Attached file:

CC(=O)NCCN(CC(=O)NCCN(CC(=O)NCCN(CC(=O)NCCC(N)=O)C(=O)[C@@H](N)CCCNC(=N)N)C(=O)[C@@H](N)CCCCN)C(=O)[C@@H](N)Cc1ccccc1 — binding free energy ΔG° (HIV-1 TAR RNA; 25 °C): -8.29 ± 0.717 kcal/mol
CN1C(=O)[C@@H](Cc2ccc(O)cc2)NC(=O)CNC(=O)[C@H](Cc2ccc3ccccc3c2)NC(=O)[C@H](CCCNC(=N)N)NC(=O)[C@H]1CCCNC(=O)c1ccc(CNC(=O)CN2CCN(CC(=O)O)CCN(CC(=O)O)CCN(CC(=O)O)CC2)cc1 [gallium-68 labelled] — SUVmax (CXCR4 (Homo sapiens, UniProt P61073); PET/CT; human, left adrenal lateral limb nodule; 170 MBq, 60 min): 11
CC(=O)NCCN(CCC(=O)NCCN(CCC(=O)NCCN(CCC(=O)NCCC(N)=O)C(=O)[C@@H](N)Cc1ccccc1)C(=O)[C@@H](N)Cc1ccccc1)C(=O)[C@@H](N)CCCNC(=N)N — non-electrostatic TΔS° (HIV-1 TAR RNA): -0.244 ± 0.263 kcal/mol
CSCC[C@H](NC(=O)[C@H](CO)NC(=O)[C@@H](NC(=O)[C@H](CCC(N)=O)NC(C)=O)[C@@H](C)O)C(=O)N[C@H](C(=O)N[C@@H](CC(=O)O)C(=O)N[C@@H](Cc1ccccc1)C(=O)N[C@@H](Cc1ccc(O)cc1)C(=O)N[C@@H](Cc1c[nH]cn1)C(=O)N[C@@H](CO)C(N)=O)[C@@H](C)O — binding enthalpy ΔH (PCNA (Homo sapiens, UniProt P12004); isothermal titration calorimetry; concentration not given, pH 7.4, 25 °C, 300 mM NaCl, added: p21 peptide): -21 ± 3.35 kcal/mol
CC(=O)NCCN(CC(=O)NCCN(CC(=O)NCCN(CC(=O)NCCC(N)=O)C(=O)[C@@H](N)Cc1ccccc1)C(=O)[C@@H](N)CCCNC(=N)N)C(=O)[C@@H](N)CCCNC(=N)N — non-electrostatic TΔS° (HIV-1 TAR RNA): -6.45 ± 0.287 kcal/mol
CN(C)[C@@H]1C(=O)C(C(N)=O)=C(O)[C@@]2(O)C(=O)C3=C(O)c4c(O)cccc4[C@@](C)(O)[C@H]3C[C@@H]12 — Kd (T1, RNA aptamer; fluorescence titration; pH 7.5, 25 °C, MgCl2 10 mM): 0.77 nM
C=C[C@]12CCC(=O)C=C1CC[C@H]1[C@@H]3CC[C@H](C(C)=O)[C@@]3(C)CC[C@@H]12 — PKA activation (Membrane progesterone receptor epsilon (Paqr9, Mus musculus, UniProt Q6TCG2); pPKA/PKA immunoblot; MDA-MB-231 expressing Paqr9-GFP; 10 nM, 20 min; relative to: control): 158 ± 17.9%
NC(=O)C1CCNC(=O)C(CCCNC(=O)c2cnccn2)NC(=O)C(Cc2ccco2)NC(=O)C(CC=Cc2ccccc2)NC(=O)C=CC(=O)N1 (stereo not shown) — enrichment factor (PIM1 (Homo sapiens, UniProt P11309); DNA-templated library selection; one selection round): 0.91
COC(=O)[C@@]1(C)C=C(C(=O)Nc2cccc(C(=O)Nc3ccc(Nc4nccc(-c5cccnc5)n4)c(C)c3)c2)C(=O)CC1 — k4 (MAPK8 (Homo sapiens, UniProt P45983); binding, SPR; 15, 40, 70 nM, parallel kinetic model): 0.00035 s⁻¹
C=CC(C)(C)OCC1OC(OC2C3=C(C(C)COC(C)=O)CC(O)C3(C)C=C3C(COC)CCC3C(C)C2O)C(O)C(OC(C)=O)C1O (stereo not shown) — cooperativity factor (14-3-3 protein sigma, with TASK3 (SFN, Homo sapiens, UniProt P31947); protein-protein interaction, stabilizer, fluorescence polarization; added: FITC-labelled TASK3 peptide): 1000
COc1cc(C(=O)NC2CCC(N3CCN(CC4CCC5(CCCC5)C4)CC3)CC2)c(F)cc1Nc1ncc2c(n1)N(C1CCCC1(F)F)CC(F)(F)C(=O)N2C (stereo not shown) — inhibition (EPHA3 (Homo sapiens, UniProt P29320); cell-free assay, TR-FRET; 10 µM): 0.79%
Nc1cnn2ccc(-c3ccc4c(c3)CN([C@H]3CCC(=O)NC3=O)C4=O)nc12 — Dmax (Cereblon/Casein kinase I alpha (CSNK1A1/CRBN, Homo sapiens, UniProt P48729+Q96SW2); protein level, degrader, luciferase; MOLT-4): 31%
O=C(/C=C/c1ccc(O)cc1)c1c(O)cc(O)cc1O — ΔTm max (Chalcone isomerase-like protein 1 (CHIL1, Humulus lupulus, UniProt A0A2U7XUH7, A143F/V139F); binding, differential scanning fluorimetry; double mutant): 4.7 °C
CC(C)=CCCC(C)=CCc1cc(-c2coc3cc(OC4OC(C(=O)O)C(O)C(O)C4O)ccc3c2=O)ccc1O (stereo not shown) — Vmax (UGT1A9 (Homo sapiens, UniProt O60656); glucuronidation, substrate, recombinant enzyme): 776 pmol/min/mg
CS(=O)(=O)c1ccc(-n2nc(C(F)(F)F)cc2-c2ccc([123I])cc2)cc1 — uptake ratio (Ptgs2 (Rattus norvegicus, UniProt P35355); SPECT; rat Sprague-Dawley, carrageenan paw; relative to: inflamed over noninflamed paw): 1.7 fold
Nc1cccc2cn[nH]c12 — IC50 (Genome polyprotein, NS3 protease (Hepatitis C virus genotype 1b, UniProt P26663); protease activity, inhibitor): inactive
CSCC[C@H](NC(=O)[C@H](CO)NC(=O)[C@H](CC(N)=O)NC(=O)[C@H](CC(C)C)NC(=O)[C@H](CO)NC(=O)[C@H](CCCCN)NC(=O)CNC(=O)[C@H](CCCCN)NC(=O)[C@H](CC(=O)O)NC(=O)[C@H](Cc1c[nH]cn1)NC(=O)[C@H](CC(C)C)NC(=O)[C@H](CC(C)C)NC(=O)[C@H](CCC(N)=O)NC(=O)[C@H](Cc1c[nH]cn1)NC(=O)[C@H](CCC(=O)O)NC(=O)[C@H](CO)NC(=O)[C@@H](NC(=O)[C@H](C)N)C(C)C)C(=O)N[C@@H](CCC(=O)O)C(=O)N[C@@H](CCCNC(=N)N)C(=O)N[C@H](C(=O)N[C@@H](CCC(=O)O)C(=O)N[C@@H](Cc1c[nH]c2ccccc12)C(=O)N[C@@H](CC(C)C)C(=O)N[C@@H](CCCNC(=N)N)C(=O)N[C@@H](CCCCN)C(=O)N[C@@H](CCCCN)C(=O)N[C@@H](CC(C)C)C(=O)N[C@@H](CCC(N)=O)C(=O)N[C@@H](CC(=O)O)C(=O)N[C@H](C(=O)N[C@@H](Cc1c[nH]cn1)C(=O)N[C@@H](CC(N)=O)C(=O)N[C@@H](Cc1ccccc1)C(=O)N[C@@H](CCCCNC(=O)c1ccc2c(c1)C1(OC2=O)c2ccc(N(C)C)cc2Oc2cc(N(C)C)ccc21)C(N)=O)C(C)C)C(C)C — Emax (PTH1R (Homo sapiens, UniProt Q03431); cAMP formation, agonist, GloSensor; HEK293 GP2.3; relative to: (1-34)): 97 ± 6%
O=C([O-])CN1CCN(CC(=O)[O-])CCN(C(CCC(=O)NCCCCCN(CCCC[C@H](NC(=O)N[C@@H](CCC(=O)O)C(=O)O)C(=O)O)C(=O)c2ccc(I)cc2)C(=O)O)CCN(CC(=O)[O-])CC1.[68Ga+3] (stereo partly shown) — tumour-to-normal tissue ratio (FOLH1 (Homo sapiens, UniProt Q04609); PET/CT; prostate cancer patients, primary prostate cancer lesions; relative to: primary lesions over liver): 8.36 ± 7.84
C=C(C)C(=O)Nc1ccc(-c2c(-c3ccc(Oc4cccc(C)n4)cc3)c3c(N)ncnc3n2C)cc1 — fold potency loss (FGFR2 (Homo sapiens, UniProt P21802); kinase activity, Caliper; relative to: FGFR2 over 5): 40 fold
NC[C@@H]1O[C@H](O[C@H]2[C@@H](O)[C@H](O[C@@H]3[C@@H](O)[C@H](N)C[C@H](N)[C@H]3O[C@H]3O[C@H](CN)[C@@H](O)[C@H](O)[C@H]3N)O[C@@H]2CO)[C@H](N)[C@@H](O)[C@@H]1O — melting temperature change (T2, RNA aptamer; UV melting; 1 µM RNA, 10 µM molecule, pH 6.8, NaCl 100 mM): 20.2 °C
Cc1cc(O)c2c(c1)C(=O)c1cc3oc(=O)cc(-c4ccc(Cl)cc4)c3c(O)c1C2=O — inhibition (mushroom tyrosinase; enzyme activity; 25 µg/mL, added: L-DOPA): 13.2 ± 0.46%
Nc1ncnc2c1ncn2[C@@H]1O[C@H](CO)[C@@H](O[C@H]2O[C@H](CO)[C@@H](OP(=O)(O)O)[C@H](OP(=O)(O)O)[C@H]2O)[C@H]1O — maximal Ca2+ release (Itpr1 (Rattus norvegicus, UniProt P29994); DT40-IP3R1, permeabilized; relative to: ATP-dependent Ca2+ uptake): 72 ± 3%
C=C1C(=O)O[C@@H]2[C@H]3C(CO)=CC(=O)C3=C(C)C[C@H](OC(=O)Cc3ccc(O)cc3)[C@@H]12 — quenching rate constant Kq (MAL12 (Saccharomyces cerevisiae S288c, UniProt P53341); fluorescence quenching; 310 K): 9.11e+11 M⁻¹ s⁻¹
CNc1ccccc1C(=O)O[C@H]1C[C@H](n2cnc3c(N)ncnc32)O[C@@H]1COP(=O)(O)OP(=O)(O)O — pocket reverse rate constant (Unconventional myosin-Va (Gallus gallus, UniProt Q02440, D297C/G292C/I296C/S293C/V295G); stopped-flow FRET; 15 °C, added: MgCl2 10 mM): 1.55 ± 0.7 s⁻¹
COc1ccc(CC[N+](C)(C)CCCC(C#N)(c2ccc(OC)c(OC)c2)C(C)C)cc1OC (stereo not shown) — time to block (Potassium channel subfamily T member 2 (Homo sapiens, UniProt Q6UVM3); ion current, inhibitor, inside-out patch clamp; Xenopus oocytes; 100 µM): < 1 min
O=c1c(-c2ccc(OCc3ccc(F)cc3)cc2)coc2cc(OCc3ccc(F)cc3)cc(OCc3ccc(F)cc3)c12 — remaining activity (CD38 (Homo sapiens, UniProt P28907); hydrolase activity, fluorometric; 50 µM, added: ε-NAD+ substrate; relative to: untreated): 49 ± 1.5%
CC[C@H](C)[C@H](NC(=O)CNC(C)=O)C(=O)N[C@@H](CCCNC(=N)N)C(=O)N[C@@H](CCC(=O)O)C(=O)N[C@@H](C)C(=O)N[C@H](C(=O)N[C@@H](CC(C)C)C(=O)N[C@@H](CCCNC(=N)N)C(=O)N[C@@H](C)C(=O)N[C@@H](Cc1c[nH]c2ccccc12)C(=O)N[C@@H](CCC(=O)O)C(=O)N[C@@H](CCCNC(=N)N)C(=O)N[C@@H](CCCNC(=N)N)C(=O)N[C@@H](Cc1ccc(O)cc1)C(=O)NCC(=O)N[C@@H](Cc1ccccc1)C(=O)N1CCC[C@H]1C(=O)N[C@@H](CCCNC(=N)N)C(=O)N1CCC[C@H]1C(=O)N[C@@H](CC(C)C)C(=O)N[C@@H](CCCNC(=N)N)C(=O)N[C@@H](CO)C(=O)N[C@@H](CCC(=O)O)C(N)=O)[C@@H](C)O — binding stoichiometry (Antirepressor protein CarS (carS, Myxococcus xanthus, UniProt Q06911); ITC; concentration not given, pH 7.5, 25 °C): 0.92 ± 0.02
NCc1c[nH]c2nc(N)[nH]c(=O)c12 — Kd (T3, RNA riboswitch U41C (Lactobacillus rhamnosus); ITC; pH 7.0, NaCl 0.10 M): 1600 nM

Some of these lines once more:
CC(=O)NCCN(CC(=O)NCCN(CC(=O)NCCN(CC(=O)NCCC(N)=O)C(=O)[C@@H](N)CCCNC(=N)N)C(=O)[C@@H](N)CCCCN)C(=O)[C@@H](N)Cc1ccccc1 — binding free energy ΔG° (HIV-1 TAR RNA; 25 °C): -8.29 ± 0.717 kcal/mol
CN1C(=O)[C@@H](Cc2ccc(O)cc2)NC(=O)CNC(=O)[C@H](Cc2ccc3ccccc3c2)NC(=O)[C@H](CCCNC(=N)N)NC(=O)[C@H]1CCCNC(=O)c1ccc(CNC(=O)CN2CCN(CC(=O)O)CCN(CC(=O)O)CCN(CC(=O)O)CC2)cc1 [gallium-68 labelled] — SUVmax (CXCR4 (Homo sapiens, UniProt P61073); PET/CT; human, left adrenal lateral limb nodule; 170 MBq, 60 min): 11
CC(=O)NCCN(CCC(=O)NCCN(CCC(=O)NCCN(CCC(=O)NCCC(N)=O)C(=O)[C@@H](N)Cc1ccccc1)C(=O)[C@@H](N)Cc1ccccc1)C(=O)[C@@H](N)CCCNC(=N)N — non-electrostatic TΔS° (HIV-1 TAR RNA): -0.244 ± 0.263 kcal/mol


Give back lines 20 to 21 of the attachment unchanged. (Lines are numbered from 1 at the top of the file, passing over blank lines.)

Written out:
NC[C@@H]1O[C@H](O[C@H]2[C@@H](O)[C@H](O[C@@H]3[C@@H](O)[C@H](N)C[C@H](N)[C@H]3O[C@H]3O[C@H](CN)[C@@H](O)[C@H](O)[C@H]3N)O[C@@H]2CO)[C@H](N)[C@@H](O)[C@@H]1O — melting temperature change (T2, RNA aptamer; UV melting; 1 µM RNA, 10 µM molecule, pH 6.8, NaCl 100 mM): 20.2 °C
Cc1cc(O)c2c(c1)C(=O)c1cc3oc(=O)cc(-c4ccc(Cl)cc4)c3c(O)c1C2=O — inhibition (mushroom tyrosinase; enzyme activity; 25 µg/mL, added: L-DOPA): 13.2 ± 0.46%